This can help enforcing referrer-based checks against CSRF attacks which work even if user chooses to omit or spoof the

    Referer

    header for privacy reasons, and mitigating verb-tampering attacks when used to "enhance" CSRF.

  • X-SSP-Request-Target

    limits the destinations of requests originated by the current page.
    This may help mitigating data-leakage outcomes of a successful XSS attack, e.g. by preventing authentication tokens from being logged to remote hosts, but also avoiding the page to be used as a platform for CSRF attacks and blocking inclusion of unwanted 3rd party content.

  • X-SSP-Report-URI

    declares an URL where policy violation attempts should be logged by the browser.

If you want to start applying these restrictions to your web content, you'll find a detailed yet simple reference* with examples on Brandon's project web site.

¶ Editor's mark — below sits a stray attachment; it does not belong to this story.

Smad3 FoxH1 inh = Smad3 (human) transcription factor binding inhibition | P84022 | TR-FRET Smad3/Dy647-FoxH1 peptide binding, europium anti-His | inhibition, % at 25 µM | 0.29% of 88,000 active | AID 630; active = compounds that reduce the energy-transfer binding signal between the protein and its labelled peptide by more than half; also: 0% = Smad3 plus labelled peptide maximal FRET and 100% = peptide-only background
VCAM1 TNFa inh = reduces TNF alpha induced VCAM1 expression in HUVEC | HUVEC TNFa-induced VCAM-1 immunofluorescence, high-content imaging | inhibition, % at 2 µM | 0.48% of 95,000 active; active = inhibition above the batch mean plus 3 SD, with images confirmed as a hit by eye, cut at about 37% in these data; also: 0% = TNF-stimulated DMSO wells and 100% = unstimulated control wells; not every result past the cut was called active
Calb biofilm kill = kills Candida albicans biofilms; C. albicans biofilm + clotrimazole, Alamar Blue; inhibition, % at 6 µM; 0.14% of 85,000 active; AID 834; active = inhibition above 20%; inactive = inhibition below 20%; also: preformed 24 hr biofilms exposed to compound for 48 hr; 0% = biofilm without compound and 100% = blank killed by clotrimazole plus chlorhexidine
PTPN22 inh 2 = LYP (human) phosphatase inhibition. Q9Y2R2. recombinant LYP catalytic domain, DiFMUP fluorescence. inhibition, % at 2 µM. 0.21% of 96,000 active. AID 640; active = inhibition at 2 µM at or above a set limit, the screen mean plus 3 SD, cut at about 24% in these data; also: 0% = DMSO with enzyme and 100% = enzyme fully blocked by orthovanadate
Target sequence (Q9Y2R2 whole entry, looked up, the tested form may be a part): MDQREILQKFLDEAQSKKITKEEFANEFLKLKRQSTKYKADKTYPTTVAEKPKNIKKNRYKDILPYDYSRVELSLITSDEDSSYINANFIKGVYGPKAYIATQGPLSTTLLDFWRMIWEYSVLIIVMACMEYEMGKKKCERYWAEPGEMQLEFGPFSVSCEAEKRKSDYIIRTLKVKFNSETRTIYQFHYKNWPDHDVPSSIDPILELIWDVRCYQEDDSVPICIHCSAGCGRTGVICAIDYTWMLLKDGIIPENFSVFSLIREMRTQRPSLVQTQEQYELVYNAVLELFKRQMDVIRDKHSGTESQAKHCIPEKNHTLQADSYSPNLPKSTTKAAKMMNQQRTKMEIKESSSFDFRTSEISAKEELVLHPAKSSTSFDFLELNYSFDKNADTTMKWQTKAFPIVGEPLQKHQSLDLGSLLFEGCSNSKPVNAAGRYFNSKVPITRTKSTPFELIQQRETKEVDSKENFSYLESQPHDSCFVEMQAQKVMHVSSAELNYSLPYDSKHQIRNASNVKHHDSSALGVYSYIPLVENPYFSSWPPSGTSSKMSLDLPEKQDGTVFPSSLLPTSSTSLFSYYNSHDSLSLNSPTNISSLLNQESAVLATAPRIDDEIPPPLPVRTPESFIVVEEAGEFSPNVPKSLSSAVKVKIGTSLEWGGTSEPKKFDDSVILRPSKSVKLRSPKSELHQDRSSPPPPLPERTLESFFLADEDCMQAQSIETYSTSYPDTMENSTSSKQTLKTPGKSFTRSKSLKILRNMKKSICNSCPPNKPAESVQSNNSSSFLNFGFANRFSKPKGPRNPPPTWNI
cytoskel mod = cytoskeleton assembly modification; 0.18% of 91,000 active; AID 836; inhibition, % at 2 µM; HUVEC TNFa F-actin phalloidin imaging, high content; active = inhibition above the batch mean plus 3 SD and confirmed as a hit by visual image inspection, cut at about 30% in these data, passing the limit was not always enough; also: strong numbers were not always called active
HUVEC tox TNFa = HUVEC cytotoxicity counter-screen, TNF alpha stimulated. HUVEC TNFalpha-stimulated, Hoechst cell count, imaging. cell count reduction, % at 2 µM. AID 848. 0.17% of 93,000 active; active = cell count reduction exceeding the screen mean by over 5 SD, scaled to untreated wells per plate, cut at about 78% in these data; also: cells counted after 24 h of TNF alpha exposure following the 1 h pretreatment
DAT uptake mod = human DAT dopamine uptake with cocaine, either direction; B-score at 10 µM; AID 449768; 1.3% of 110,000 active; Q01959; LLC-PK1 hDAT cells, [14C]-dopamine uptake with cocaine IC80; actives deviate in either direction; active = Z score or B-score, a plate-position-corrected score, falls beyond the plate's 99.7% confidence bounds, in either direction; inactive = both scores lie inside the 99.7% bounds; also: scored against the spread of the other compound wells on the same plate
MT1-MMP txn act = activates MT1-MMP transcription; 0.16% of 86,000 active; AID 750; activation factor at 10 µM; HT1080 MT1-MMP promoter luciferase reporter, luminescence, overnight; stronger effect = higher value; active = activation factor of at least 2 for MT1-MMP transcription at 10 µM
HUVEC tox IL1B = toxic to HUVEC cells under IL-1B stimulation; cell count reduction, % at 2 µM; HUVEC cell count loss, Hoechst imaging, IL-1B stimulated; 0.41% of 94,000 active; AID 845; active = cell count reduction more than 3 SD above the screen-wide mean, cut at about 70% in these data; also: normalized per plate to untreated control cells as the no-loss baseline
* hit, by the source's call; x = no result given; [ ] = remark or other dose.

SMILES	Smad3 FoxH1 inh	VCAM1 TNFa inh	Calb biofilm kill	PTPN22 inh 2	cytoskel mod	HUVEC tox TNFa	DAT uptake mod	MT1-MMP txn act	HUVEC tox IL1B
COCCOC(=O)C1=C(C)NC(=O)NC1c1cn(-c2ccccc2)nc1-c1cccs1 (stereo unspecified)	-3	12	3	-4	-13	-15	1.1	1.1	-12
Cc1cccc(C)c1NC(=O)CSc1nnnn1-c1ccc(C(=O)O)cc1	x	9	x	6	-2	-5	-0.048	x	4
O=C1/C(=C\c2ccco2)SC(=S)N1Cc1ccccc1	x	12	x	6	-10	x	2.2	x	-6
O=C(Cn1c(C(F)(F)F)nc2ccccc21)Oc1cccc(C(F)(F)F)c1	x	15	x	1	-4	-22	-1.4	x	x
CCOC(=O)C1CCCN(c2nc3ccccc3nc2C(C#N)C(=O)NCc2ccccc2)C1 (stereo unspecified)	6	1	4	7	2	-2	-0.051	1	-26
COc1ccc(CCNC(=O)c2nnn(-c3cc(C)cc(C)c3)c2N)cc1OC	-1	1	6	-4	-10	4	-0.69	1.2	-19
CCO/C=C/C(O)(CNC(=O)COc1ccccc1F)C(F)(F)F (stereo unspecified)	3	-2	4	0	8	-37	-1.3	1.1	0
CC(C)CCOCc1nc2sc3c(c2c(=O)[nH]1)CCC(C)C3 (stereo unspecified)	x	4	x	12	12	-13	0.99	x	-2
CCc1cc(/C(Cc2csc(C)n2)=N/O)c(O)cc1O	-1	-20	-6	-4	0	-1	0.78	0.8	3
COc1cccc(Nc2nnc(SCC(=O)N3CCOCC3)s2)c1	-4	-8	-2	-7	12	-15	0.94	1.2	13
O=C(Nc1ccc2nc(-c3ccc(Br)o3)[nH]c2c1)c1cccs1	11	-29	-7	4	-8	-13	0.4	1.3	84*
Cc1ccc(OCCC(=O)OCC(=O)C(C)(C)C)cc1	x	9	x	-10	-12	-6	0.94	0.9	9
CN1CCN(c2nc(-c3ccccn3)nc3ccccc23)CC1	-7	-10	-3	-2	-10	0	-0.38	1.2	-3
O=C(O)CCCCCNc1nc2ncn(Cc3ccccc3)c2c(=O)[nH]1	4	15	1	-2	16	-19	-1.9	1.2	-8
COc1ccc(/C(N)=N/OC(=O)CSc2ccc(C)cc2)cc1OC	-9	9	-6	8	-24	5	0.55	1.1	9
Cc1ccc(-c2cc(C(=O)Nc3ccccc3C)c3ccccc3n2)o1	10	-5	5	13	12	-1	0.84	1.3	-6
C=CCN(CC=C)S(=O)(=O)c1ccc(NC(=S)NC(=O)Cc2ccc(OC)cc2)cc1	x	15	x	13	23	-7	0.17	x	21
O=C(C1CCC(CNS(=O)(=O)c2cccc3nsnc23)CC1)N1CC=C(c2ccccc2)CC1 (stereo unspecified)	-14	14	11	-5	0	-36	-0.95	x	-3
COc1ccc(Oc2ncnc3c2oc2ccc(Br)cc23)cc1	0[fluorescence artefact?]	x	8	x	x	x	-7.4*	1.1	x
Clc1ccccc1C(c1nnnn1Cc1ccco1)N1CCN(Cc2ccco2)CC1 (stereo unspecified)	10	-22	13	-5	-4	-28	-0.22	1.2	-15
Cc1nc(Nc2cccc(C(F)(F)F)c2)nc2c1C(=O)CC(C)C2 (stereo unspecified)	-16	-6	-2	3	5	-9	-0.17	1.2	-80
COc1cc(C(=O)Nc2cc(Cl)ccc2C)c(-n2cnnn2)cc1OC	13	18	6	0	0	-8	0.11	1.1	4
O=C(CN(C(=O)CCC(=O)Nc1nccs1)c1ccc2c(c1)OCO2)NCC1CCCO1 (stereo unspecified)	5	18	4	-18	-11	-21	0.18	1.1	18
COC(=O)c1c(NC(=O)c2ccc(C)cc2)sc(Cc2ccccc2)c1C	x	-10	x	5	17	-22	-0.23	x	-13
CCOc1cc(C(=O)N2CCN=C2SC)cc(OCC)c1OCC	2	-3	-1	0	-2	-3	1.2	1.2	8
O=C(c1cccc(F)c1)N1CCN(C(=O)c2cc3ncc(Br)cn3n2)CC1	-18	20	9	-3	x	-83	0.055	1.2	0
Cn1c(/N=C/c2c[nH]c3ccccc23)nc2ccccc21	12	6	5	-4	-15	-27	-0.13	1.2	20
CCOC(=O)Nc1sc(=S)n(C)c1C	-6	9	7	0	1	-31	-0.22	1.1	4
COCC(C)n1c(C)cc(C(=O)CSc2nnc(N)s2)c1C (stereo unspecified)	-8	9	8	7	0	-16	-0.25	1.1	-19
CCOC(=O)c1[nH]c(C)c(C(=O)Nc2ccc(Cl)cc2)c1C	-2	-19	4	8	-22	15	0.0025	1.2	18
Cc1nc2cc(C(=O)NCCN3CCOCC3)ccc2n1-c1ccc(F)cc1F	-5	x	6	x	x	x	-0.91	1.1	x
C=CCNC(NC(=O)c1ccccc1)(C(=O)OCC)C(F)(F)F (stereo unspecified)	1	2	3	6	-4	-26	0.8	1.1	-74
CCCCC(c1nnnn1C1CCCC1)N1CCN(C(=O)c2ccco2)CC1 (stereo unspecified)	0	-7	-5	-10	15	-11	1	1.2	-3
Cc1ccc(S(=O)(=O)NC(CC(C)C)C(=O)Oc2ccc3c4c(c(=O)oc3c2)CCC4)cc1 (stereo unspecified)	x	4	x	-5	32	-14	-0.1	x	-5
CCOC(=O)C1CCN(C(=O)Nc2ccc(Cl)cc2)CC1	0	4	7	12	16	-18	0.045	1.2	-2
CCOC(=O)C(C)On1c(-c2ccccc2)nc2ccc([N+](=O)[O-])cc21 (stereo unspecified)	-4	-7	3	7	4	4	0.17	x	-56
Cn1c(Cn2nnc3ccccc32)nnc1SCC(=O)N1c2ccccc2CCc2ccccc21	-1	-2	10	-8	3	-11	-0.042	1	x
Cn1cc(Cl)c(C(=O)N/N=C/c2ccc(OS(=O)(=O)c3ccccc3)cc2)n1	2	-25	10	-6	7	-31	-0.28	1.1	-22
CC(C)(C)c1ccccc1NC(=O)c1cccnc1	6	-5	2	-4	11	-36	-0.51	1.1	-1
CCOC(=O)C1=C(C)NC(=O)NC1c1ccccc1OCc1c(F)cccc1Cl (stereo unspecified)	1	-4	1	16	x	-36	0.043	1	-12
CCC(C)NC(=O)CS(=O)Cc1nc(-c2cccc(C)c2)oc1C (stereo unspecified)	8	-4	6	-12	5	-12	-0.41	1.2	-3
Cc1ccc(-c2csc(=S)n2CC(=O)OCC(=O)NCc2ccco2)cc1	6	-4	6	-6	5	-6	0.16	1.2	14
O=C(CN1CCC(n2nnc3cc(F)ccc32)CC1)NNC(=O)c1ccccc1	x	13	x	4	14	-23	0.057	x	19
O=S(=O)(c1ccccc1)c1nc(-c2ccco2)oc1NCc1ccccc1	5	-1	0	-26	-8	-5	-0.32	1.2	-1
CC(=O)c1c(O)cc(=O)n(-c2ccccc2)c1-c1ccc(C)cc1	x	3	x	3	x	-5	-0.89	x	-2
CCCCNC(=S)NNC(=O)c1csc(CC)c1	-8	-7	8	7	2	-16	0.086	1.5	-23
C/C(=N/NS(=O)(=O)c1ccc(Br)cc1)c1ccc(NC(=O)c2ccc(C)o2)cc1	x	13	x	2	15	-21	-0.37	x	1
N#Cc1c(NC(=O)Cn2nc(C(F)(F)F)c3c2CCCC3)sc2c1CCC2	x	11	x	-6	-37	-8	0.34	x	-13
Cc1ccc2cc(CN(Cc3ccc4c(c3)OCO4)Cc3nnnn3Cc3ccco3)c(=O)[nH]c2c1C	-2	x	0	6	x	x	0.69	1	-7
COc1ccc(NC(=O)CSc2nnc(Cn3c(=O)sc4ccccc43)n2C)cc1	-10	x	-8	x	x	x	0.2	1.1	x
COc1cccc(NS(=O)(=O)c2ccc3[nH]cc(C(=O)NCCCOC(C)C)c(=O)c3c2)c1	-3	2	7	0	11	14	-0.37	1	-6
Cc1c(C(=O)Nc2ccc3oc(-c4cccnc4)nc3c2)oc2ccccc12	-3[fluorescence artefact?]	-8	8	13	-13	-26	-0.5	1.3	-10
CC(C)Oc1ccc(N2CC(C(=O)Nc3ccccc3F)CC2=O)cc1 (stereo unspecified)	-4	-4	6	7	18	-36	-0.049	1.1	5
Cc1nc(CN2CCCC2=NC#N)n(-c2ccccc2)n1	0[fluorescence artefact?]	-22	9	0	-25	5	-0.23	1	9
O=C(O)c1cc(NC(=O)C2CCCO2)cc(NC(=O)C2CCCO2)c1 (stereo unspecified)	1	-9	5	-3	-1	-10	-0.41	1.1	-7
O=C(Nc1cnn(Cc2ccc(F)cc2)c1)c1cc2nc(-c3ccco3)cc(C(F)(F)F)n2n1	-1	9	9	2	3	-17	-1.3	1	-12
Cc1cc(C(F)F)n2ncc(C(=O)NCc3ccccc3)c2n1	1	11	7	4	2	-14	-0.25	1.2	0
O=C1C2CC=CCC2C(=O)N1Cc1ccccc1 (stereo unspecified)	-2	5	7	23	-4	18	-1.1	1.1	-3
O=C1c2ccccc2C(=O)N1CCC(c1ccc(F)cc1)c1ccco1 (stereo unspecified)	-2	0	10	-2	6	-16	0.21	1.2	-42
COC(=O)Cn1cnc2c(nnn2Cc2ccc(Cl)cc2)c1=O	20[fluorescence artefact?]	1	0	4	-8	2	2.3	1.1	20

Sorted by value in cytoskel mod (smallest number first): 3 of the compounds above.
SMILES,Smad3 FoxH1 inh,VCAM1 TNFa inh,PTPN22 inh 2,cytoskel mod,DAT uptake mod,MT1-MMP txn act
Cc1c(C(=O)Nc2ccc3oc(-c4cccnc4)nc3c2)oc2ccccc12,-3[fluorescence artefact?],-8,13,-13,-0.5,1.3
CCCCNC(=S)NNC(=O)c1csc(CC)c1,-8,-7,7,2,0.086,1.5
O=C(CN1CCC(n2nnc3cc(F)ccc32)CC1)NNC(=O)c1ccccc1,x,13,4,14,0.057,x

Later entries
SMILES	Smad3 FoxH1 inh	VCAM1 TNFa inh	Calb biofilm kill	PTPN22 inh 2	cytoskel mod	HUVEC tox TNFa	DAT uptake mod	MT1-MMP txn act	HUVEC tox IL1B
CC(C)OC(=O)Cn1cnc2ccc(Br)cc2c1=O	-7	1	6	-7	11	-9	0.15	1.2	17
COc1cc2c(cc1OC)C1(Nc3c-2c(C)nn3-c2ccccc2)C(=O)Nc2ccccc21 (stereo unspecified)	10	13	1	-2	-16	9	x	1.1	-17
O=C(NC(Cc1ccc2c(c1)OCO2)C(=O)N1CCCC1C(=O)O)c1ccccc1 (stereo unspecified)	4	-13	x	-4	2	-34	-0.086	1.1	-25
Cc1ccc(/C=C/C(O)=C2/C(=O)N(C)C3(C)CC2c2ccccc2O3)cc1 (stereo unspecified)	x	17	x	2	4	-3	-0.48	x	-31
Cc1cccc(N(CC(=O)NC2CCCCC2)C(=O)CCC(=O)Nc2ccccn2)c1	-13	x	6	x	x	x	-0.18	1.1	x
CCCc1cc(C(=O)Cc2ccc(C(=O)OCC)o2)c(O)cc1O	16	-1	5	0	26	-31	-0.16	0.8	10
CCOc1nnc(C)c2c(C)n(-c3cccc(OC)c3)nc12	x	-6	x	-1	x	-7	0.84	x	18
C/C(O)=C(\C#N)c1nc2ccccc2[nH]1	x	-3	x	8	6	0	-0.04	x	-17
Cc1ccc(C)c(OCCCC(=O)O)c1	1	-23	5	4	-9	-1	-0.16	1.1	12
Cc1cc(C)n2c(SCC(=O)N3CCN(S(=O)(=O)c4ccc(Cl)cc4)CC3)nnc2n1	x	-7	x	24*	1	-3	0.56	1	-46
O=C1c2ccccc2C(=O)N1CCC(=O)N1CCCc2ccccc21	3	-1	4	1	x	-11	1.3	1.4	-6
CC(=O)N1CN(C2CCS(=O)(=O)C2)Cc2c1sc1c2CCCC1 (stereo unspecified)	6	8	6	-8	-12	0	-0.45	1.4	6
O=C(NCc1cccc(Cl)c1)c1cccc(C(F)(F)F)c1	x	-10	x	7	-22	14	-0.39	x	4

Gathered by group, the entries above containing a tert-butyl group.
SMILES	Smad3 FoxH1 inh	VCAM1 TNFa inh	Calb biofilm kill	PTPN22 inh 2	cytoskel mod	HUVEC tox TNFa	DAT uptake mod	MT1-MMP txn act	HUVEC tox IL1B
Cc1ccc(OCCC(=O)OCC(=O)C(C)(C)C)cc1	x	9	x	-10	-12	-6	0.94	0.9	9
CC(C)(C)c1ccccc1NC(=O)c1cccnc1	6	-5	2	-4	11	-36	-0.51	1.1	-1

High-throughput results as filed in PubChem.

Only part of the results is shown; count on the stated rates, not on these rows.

Implementing a Site Security Policy cannot surrogate web developers' security awareness and best practices, but it's nonetheless a big step forward in making a website safer for its users.

Obviously enough, to be generally effective this technology still needs to be evangelized to administrators and coders, correctly deployed and supported in a consistent cross-browser fashion. But as soon as it gets built in our favourite browser and we begin to see badges like "Browsing this site is safer with Firefox", we can hope other vendors to join making the Web a safer place.

* Update:

Site Security Policy changed its name to "Content Security Policy", and it dropped its anti-CSRF features to focus on XSS prevention only.
Details have been relocated here.